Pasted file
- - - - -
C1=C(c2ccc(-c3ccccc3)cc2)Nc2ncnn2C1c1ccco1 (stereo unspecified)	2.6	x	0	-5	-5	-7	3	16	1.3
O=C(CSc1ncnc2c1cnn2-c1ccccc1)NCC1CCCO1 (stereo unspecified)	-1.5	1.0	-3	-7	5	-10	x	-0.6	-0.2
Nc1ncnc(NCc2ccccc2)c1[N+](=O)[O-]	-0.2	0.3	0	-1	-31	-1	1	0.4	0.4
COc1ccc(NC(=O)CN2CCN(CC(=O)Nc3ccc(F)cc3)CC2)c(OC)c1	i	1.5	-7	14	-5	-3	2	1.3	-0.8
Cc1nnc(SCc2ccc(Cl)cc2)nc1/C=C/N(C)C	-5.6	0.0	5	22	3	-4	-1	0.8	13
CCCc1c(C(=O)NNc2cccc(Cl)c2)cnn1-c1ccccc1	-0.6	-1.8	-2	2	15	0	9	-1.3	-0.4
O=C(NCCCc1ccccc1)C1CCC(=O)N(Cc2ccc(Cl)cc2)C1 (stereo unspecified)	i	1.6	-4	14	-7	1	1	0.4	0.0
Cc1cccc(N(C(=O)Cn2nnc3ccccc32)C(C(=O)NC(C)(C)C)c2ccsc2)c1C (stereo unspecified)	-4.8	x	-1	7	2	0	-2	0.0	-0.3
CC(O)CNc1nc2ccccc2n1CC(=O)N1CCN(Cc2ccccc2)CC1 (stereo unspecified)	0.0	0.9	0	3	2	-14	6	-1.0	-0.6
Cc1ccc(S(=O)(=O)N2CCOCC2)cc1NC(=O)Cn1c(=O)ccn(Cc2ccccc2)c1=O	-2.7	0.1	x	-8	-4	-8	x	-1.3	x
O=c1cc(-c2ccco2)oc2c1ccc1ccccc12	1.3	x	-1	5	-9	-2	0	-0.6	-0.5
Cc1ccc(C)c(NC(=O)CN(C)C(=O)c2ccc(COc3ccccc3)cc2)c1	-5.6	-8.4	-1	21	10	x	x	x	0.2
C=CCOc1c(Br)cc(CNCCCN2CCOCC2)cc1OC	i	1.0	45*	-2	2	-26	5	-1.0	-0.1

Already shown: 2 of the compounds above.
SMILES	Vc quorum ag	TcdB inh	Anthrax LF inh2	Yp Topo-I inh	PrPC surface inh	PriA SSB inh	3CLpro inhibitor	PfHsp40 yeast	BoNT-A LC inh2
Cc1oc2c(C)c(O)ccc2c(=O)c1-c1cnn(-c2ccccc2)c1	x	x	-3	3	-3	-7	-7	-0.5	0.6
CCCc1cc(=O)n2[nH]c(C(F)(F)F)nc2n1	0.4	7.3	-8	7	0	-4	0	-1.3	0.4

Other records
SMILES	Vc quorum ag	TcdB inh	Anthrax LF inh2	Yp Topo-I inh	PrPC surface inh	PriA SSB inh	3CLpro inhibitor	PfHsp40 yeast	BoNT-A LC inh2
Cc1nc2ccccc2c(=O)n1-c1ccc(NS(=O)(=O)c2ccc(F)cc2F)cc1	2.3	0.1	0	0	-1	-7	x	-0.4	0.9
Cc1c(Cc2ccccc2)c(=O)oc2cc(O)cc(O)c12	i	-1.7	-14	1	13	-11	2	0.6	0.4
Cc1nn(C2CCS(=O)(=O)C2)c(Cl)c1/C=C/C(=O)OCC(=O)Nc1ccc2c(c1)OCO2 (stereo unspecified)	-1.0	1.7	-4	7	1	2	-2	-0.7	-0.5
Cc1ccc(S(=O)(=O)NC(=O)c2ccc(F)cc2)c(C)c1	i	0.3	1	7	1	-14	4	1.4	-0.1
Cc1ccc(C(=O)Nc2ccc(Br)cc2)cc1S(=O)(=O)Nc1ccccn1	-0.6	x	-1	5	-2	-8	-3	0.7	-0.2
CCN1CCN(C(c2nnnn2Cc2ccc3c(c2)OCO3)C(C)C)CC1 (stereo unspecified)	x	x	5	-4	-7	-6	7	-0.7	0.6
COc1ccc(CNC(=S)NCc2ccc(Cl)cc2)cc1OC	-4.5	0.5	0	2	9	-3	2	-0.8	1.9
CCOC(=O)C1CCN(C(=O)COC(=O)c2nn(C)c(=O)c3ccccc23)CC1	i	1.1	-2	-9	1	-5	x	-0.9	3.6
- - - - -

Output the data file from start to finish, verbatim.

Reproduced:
C1=C(c2ccc(-c3ccccc3)cc2)Nc2ncnn2C1c1ccco1 (stereo unspecified)	2.6	x	0	-5	-5	-7	3	16	1.3
O=C(CSc1ncnc2c1cnn2-c1ccccc1)NCC1CCCO1 (stereo unspecified)	-1.5	1.0	-3	-7	5	-10	x	-0.6	-0.2
Nc1ncnc(NCc2ccccc2)c1[N+](=O)[O-]	-0.2	0.3	0	-1	-31	-1	1	0.4	0.4
COc1ccc(NC(=O)CN2CCN(CC(=O)Nc3ccc(F)cc3)CC2)c(OC)c1	i	1.5	-7	14	-5	-3	2	1.3	-0.8
Cc1nnc(SCc2ccc(Cl)cc2)nc1/C=C/N(C)C	-5.6	0.0	5	22	3	-4	-1	0.8	13
CCCc1c(C(=O)NNc2cccc(Cl)c2)cnn1-c1ccccc1	-0.6	-1.8	-2	2	15	0	9	-1.3	-0.4
O=C(NCCCc1ccccc1)C1CCC(=O)N(Cc2ccc(Cl)cc2)C1 (stereo unspecified)	i	1.6	-4	14	-7	1	1	0.4	0.0
Cc1cccc(N(C(=O)Cn2nnc3ccccc32)C(C(=O)NC(C)(C)C)c2ccsc2)c1C (stereo unspecified)	-4.8	x	-1	7	2	0	-2	0.0	-0.3
CC(O)CNc1nc2ccccc2n1CC(=O)N1CCN(Cc2ccccc2)CC1 (stereo unspecified)	0.0	0.9	0	3	2	-14	6	-1.0	-0.6
Cc1ccc(S(=O)(=O)N2CCOCC2)cc1NC(=O)Cn1c(=O)ccn(Cc2ccccc2)c1=O	-2.7	0.1	x	-8	-4	-8	x	-1.3	x
O=c1cc(-c2ccco2)oc2c1ccc1ccccc12	1.3	x	-1	5	-9	-2	0	-0.6	-0.5
Cc1ccc(C)c(NC(=O)CN(C)C(=O)c2ccc(COc3ccccc3)cc2)c1	-5.6	-8.4	-1	21	10	x	x	x	0.2
C=CCOc1c(Br)cc(CNCCCN2CCOCC2)cc1OC	i	1.0	45*	-2	2	-26	5	-1.0	-0.1

Already shown: 2 of the compounds above.
SMILES	Vc quorum ag	TcdB inh	Anthrax LF inh2	Yp Topo-I inh	PrPC surface inh	PriA SSB inh	3CLpro inhibitor	PfHsp40 yeast	BoNT-A LC inh2
Cc1oc2c(C)c(O)ccc2c(=O)c1-c1cnn(-c2ccccc2)c1	x	x	-3	3	-3	-7	-7	-0.5	0.6
CCCc1cc(=O)n2[nH]c(C(F)(F)F)nc2n1	0.4	7.3	-8	7	0	-4	0	-1.3	0.4

Other records
SMILES	Vc quorum ag	TcdB inh	Anthrax LF inh2	Yp Topo-I inh	PrPC surface inh	PriA SSB inh	3CLpro inhibitor	PfHsp40 yeast	BoNT-A LC inh2
Cc1nc2ccccc2c(=O)n1-c1ccc(NS(=O)(=O)c2ccc(F)cc2F)cc1	2.3	0.1	0	0	-1	-7	x	-0.4	0.9
Cc1c(Cc2ccccc2)c(=O)oc2cc(O)cc(O)c12	i	-1.7	-14	1	13	-11	2	0.6	0.4
Cc1nn(C2CCS(=O)(=O)C2)c(Cl)c1/C=C/C(=O)OCC(=O)Nc1ccc2c(c1)OCO2 (stereo unspecified)	-1.0	1.7	-4	7	1	2	-2	-0.7	-0.5
Cc1ccc(S(=O)(=O)NC(=O)c2ccc(F)cc2)c(C)c1	i	0.3	1	7	1	-14	4	1.4	-0.1
Cc1ccc(C(=O)Nc2ccc(Br)cc2)cc1S(=O)(=O)Nc1ccccn1	-0.6	x	-1	5	-2	-8	-3	0.7	-0.2
CCN1CCN(C(c2nnnn2Cc2ccc3c(c2)OCO3)C(C)C)CC1 (stereo unspecified)	x	x	5	-4	-7	-6	7	-0.7	0.6
COc1ccc(CNC(=S)NCc2ccc(Cl)cc2)cc1OC	-4.5	0.5	0	2	9	-3	2	-0.8	1.9
CCOC(=O)C1CCN(C(=O)COC(=O)c2nn(C)c(=O)c3ccccc23)CC1	i	1.1	-2	-9	1	-5	x	-0.9	3.6